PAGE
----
DSC Planning Update – June 2019
It has been almost a year since the last DSC Planning update. There has been a lot going on, many decisions being made, and it just didn’t make sense to post earlier in this calendar year. In this post we will review what has been shipped and the high-level direction we are heading.
I am accompanying this post with write-ups that are for the more technical audience. In two parts, I would like to explain the implementation of the Guest Configuration client/service and exactly how the new DSC engine functions.
If you take nothing else away, here are the top-level items:
- The new implementation of DSC is Azure Policy Guest Configuration
- The solution is GA for built-in content and is moving towards a preview for custom content
- Your skill set and your DSC scripts/modules can be used in a new way
Azure Policy Guest Configuration
What have we shipped?
The DSC codebase we have been working on is now fully GA as Azure Policy Guest Configuration but this is not the DSC you have known up to this point. It is best to think of Azure Policy Guest Configuration as based on the DSC syntax but functionally a new platform.
The intention for this service is to build confidence so application developers/owners are free to deploy servers when they need them without putting the organization at risk. Building this platform on a tool that was designed with operations in mind helps us to look beyond the types of settings that we thought about in platforms such as Group Policy. We can include operational requirements such as making sure all servers have a healthy monitoring agent, logging configuration, and the correct certificates in place to function in an enterprise environment.
DSC has been the basis for other Azure solutions such as the Azure DSC Extension and Azure Automation State Configuration, that help you to configure virtual machines. Azure Policy Guest Configuration currently provides an audit platform to validate settings inside virtual machines.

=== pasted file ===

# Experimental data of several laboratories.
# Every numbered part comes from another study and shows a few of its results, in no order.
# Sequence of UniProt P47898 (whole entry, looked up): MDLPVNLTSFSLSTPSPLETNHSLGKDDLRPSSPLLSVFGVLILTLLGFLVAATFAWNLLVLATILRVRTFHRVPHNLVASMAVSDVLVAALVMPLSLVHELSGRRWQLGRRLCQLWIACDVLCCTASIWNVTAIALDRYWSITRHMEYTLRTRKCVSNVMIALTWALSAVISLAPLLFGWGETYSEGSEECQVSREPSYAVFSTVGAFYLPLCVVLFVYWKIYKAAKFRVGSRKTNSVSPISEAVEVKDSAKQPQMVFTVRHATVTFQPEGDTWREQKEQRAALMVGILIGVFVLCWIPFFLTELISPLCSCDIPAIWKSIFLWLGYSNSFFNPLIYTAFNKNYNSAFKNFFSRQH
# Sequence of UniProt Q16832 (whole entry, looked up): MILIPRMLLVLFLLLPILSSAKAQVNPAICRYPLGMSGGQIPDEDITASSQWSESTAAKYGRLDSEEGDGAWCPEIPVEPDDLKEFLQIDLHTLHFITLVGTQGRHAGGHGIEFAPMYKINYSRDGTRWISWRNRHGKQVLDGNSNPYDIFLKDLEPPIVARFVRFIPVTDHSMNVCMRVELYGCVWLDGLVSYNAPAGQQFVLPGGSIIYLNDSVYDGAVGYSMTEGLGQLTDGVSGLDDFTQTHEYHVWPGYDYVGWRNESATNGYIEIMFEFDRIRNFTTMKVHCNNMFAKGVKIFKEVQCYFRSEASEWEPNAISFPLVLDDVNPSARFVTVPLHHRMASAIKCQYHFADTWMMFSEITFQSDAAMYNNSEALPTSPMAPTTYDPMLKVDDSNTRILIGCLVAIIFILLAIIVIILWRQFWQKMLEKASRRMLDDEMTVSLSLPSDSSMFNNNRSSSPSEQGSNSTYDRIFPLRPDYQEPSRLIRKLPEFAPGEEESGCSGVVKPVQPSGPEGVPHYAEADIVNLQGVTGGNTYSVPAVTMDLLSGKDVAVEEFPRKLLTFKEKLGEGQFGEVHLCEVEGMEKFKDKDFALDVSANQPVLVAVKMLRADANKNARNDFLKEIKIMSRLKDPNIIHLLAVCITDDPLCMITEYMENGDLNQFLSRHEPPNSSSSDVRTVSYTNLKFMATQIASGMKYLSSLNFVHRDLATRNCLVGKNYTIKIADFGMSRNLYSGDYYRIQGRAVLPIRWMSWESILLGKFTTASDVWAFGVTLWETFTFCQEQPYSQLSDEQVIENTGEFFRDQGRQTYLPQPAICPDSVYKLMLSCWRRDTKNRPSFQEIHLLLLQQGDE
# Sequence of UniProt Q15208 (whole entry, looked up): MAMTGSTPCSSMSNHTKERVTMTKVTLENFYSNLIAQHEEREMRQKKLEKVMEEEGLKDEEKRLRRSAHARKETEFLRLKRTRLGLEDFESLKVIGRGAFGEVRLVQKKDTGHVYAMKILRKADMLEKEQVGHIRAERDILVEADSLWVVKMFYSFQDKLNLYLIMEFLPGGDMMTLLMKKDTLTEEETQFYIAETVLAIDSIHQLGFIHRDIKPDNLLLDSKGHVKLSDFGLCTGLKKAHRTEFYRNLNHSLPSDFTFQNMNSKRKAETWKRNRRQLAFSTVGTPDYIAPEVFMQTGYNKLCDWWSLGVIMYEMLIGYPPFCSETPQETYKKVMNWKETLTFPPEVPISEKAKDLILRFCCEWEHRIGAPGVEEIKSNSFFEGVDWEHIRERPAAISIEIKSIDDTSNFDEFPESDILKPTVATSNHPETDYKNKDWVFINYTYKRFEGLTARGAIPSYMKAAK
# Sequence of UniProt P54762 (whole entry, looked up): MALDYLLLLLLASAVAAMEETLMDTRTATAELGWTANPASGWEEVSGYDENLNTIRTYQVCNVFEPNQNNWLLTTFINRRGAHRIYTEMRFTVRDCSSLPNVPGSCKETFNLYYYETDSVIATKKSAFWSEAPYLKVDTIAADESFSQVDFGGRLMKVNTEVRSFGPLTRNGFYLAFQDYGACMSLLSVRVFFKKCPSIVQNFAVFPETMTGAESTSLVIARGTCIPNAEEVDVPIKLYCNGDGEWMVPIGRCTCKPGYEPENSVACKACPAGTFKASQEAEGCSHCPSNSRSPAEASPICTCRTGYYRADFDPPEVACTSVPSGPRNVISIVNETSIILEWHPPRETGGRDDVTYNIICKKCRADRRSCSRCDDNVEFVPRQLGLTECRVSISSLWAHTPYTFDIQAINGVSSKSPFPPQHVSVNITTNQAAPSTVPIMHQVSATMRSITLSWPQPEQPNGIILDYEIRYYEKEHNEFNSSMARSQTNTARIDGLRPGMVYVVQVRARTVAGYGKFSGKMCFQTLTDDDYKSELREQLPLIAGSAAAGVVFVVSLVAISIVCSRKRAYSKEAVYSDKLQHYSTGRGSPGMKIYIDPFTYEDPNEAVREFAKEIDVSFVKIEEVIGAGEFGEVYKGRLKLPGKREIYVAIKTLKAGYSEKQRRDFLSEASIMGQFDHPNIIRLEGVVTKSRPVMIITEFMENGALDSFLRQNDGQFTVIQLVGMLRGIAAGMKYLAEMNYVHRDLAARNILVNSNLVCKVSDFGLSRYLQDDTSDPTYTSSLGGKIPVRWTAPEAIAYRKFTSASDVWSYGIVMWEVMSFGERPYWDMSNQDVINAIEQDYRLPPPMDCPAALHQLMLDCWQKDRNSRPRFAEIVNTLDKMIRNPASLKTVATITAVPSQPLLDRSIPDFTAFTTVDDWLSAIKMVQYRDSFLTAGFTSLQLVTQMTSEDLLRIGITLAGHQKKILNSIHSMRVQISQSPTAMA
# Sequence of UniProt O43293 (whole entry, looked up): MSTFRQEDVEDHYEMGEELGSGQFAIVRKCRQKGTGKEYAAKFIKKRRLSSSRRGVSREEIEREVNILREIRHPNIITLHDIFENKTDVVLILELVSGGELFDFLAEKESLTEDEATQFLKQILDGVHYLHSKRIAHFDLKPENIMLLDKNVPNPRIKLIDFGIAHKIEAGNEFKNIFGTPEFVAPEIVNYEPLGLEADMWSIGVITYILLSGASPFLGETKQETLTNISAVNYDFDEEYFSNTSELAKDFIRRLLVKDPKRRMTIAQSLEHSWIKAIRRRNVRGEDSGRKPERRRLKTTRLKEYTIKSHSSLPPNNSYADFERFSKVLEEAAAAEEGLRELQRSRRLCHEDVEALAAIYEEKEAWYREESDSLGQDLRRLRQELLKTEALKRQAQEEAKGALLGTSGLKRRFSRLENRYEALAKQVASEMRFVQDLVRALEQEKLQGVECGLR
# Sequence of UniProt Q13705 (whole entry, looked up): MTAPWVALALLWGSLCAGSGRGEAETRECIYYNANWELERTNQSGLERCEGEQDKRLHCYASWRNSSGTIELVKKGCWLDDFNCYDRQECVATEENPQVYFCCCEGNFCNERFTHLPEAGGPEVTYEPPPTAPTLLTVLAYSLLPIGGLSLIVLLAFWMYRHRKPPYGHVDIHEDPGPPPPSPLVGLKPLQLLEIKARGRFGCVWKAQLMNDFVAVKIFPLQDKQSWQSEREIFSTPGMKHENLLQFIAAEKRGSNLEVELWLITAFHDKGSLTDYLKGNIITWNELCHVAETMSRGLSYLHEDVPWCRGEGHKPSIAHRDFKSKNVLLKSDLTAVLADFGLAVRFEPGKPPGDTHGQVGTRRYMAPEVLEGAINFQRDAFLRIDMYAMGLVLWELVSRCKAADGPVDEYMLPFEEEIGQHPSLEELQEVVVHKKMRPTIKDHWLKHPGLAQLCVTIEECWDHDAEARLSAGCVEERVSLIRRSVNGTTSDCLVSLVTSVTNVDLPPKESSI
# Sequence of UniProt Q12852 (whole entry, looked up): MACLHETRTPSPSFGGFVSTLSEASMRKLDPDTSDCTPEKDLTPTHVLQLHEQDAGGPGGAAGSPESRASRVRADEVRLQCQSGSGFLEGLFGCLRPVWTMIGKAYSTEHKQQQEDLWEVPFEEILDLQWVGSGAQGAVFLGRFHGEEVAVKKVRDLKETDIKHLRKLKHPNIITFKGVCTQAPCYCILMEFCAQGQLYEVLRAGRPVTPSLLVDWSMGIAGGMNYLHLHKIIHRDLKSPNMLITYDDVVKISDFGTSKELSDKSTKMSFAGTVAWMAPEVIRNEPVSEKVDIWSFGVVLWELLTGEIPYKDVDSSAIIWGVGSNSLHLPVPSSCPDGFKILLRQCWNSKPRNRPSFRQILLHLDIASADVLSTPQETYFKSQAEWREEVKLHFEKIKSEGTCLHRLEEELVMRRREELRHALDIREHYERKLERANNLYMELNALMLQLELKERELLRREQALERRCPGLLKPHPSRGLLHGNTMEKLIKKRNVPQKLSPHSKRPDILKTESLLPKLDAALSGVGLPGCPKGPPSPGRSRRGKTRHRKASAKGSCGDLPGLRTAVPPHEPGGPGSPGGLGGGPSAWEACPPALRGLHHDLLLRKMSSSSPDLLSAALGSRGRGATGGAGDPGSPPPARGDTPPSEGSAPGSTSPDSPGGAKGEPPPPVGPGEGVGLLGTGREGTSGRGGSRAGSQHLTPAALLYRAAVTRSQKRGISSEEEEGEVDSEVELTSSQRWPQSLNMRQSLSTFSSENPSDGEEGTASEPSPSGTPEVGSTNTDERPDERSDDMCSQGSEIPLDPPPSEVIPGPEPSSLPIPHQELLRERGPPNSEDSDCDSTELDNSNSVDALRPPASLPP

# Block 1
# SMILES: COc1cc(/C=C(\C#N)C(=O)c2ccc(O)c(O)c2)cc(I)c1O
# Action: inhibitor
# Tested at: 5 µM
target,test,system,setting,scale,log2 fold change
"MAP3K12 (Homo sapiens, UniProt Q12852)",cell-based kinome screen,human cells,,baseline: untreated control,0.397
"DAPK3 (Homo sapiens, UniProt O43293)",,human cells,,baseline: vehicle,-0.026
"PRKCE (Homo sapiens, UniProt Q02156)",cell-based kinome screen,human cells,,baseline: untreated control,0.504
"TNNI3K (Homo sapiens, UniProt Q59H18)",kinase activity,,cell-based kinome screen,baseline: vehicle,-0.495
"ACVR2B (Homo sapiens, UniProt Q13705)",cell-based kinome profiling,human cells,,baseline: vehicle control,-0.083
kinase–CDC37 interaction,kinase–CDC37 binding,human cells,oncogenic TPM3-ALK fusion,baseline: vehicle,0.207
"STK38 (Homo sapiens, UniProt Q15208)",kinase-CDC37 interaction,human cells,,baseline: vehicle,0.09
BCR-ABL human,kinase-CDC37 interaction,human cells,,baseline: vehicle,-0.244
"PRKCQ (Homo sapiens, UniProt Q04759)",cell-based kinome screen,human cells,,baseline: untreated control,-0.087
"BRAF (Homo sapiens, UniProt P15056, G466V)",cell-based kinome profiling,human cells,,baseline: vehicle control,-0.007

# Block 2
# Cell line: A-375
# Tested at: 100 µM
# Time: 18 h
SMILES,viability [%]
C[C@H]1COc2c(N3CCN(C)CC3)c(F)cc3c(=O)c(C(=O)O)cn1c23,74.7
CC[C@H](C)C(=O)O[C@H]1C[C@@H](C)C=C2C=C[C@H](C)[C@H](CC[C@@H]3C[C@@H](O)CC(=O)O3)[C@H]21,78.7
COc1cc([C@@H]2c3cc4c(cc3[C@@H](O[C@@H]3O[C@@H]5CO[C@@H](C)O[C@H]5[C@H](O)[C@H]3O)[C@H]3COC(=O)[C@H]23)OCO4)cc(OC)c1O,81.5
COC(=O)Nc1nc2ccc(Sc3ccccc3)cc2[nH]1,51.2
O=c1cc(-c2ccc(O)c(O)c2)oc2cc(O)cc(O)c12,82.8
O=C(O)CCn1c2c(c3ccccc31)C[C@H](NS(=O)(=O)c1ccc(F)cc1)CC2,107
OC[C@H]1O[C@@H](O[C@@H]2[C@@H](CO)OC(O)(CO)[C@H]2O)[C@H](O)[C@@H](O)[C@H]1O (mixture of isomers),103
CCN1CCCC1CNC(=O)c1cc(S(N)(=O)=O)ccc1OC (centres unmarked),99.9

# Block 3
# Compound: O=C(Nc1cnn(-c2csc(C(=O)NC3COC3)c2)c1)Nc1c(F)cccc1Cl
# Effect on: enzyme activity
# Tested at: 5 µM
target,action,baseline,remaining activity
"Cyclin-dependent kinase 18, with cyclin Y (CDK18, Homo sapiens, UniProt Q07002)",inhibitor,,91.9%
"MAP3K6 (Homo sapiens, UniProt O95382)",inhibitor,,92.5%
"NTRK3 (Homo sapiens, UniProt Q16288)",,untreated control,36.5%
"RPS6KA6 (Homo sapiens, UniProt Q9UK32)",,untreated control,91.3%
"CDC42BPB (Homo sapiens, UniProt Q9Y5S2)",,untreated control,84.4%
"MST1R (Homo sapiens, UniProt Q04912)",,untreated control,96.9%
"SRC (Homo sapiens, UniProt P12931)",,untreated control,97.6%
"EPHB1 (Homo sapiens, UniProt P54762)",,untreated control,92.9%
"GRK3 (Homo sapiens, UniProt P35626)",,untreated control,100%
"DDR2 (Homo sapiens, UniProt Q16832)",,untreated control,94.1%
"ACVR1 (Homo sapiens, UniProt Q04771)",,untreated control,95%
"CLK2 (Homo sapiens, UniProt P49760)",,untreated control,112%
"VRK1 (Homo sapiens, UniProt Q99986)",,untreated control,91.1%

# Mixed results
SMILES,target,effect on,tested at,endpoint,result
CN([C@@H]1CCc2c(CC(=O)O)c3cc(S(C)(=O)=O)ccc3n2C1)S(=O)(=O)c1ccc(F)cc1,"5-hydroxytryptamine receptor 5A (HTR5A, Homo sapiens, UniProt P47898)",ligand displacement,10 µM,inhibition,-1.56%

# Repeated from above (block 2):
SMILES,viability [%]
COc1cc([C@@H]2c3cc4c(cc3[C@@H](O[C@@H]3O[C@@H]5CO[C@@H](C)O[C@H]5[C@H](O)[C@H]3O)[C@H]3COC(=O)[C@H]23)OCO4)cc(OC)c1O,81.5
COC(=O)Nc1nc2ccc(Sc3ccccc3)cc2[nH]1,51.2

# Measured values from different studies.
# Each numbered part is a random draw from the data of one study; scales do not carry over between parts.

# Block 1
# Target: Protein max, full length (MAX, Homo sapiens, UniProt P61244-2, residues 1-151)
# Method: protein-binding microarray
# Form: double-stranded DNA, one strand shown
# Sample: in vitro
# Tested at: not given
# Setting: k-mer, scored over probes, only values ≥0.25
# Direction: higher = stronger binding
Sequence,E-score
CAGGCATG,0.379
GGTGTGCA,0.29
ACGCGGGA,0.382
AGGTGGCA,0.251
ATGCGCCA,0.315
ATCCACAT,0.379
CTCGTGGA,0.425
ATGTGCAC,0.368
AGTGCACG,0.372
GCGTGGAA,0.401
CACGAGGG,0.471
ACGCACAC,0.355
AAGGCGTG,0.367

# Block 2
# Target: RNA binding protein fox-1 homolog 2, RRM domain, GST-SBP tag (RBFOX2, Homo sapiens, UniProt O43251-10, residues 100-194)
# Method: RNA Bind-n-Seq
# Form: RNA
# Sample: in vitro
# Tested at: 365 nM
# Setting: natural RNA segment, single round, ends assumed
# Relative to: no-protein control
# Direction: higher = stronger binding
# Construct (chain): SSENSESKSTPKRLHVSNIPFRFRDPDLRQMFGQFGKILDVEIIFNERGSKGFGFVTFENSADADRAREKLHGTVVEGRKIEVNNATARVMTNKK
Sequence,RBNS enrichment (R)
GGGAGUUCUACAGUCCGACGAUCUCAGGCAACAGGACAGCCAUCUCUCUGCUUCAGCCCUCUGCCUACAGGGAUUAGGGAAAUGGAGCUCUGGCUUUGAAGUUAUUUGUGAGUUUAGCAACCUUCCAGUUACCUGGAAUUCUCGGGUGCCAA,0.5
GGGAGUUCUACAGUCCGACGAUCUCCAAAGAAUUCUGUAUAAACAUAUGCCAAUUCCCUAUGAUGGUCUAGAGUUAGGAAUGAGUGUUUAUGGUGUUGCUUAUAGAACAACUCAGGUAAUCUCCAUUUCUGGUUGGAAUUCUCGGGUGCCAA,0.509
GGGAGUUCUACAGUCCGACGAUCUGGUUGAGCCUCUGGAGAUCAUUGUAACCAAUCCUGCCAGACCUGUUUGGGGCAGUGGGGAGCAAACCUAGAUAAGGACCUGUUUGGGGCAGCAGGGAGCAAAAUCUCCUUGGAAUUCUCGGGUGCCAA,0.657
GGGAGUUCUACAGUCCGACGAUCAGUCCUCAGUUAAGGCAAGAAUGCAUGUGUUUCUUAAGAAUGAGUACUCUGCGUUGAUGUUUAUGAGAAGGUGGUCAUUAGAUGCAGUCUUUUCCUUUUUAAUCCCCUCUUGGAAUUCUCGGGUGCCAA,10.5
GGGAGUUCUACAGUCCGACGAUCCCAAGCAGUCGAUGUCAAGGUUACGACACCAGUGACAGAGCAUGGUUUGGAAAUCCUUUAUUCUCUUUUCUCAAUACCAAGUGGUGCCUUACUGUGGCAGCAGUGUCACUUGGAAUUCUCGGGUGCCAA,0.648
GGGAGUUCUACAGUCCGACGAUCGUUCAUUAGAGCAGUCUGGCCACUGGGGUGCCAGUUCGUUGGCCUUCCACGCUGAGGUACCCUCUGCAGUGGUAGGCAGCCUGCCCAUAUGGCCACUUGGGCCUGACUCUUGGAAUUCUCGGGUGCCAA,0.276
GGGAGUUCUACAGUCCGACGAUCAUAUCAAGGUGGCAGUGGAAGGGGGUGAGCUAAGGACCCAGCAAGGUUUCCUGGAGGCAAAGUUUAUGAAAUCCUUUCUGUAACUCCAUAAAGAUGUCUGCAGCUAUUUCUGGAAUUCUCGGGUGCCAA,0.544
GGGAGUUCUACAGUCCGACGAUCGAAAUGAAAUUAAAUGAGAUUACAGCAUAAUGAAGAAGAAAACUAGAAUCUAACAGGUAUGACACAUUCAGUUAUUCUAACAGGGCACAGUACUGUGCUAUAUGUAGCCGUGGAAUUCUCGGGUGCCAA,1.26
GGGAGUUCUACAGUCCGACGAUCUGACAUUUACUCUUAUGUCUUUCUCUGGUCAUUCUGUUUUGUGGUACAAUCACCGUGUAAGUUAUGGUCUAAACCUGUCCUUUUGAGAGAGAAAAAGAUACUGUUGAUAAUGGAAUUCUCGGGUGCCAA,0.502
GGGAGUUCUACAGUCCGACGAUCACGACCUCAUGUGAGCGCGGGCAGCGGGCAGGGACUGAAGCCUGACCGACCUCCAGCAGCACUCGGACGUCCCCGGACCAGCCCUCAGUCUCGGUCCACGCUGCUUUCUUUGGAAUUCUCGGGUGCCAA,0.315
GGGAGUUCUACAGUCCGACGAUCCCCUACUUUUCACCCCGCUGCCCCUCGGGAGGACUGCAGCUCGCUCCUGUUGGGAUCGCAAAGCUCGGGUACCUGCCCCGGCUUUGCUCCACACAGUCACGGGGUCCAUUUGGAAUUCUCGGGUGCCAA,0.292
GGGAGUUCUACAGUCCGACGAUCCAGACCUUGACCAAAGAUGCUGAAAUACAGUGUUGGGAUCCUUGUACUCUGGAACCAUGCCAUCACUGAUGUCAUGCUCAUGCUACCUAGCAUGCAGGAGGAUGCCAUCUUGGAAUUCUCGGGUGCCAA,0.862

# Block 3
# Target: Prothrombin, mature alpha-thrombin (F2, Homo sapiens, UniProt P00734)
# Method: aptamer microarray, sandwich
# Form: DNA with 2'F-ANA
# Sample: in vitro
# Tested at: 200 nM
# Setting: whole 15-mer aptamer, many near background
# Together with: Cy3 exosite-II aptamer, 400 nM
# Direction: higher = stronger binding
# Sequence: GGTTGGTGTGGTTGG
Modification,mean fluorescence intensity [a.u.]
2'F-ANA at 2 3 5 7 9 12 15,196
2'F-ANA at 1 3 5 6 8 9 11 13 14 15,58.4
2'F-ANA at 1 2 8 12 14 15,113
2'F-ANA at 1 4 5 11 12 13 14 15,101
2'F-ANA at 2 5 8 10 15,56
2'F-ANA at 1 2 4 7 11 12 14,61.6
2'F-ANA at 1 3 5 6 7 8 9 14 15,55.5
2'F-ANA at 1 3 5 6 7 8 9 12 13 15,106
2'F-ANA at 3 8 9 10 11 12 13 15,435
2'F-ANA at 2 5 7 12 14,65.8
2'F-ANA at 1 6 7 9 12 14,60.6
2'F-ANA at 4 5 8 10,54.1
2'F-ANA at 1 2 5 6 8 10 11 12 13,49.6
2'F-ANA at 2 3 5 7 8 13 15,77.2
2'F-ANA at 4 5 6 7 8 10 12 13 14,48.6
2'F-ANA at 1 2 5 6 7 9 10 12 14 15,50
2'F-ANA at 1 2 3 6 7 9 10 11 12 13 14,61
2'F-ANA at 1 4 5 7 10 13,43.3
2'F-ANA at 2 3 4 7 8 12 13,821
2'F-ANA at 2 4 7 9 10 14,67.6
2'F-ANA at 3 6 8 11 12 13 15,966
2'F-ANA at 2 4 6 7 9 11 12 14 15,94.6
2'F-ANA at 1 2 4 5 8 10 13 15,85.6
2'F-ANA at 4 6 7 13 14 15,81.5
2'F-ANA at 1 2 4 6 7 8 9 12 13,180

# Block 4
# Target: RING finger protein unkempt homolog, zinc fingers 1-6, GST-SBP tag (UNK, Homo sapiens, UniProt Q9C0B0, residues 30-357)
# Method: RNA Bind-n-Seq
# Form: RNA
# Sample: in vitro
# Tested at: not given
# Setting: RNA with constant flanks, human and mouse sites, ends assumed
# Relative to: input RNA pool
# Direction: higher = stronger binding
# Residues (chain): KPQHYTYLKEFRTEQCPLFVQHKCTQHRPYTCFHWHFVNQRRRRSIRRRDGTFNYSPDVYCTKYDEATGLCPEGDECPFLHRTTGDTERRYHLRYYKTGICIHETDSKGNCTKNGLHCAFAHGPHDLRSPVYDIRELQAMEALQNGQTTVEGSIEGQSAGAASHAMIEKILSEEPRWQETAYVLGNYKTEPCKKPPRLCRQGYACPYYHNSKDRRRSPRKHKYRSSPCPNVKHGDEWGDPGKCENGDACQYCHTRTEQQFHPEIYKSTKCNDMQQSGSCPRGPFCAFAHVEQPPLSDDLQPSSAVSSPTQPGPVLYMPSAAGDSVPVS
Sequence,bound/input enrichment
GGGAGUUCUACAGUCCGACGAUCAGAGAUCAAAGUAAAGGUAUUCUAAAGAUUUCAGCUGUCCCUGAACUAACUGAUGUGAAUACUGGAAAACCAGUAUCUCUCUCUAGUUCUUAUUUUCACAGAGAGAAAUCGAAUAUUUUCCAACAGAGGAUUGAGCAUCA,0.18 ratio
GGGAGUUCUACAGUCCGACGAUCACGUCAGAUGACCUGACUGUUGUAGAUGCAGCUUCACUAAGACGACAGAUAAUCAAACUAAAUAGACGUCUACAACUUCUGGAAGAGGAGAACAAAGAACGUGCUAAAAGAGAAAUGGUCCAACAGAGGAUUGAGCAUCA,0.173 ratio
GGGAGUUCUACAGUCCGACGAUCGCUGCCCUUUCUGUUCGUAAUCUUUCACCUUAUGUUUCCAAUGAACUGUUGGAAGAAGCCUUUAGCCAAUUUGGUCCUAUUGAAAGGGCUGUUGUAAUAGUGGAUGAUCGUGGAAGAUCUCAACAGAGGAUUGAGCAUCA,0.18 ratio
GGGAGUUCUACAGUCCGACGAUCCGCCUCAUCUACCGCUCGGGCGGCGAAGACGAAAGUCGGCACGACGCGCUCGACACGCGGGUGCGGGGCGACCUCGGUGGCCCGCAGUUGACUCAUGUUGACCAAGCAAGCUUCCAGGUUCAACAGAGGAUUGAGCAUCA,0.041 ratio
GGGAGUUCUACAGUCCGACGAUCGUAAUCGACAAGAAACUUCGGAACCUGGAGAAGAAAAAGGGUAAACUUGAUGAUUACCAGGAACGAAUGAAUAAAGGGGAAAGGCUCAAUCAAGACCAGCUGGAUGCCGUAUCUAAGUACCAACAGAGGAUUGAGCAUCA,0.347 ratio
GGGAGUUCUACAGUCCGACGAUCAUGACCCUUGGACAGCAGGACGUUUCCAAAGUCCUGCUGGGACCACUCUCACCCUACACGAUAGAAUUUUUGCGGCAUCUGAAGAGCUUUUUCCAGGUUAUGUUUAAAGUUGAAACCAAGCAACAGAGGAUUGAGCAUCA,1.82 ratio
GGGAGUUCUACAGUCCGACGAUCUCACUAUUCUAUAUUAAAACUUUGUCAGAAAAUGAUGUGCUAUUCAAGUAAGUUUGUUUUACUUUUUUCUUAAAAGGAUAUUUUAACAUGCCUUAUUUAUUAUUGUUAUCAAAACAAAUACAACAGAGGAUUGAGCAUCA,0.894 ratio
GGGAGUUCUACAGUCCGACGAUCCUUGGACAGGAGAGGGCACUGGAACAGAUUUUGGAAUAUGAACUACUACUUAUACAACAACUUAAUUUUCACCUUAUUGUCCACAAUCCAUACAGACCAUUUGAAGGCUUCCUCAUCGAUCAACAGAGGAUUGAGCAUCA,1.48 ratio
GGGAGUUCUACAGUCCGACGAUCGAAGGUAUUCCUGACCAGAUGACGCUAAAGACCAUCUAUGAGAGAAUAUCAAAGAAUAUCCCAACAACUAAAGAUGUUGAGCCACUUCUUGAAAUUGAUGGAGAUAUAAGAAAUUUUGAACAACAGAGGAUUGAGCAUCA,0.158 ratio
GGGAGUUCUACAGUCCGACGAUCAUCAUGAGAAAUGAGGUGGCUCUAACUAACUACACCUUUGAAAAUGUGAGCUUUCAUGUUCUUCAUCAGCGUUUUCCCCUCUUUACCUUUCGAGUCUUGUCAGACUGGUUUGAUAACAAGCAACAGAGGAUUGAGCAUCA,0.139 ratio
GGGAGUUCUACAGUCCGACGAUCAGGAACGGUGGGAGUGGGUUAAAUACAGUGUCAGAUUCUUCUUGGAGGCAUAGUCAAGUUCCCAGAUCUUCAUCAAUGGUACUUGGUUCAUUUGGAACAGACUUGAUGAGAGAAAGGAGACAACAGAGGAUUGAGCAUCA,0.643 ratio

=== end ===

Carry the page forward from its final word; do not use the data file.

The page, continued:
The full documentation for this service is available at the following short url.
If you would like to continue reading about how this service is technically implemented, the two technical write-ups are published to accompany this post.
High level direction forward
For the next semester (the second half of 2019 calendar year) we are focused on iterating upon our first release of this solution, introducing the ability for you to use your own content for auditing machines, and to enable you to also enforce settings inside virtual machines using Azure Policy.
It is important for many people to understand what the options will be to use DSC in disconnected scenarios going forward. We are considering our options in this area and taking the feedback seriously. I hope to have more to share on this area in the future.
Iterating upon our first release of the solution includes multiple areas where we believe we can make life easier for customers. One of the patterns we have observed is customers assigning an audit policy but forgetting to assign the policy that handles automatically onboarding servers. In the future we believe we can make this simpler. We have also heard from customers that they would like to have the option to bulk export data about virtual machine compliance so it can be used in other tools, and that they would like to use the solution to audit servers running outside of Azure.
We hope to enable customers to use their own content, and the tools of their choice, when auditing settings inside virtual machines. As an example, we have heard from Chef customers that they would like to be able to use InSpec to audit Windows Servers. As a result, we announced in our session at Chef Conference that we will be co-maintaining a Guest Configuration provider for InSpec as a collaborative open source project that customers can use in Azure Policy Guest Configuration. More information can be found here.
We are investing in getting the user experience right for developing custom content, cross platform for the developer workstation, and having a validation and troubleshooting experience that improves on lessons we learned with DSC. We will soon be moving into a public preview of custom content. In the meantime, you are welcome to give us feedback in our “request for comments” public GitHub repo here.
Finally, we are investigating the right approaches for enforcing settings inside virtual machines using Azure Policy. With this scope in mind, I would like to invite you to respond to a (an anonymous) survey to provide feedback on your top requirements.
Thank you! Michael Greene Principal Program Manger Microsoft Azure @migreene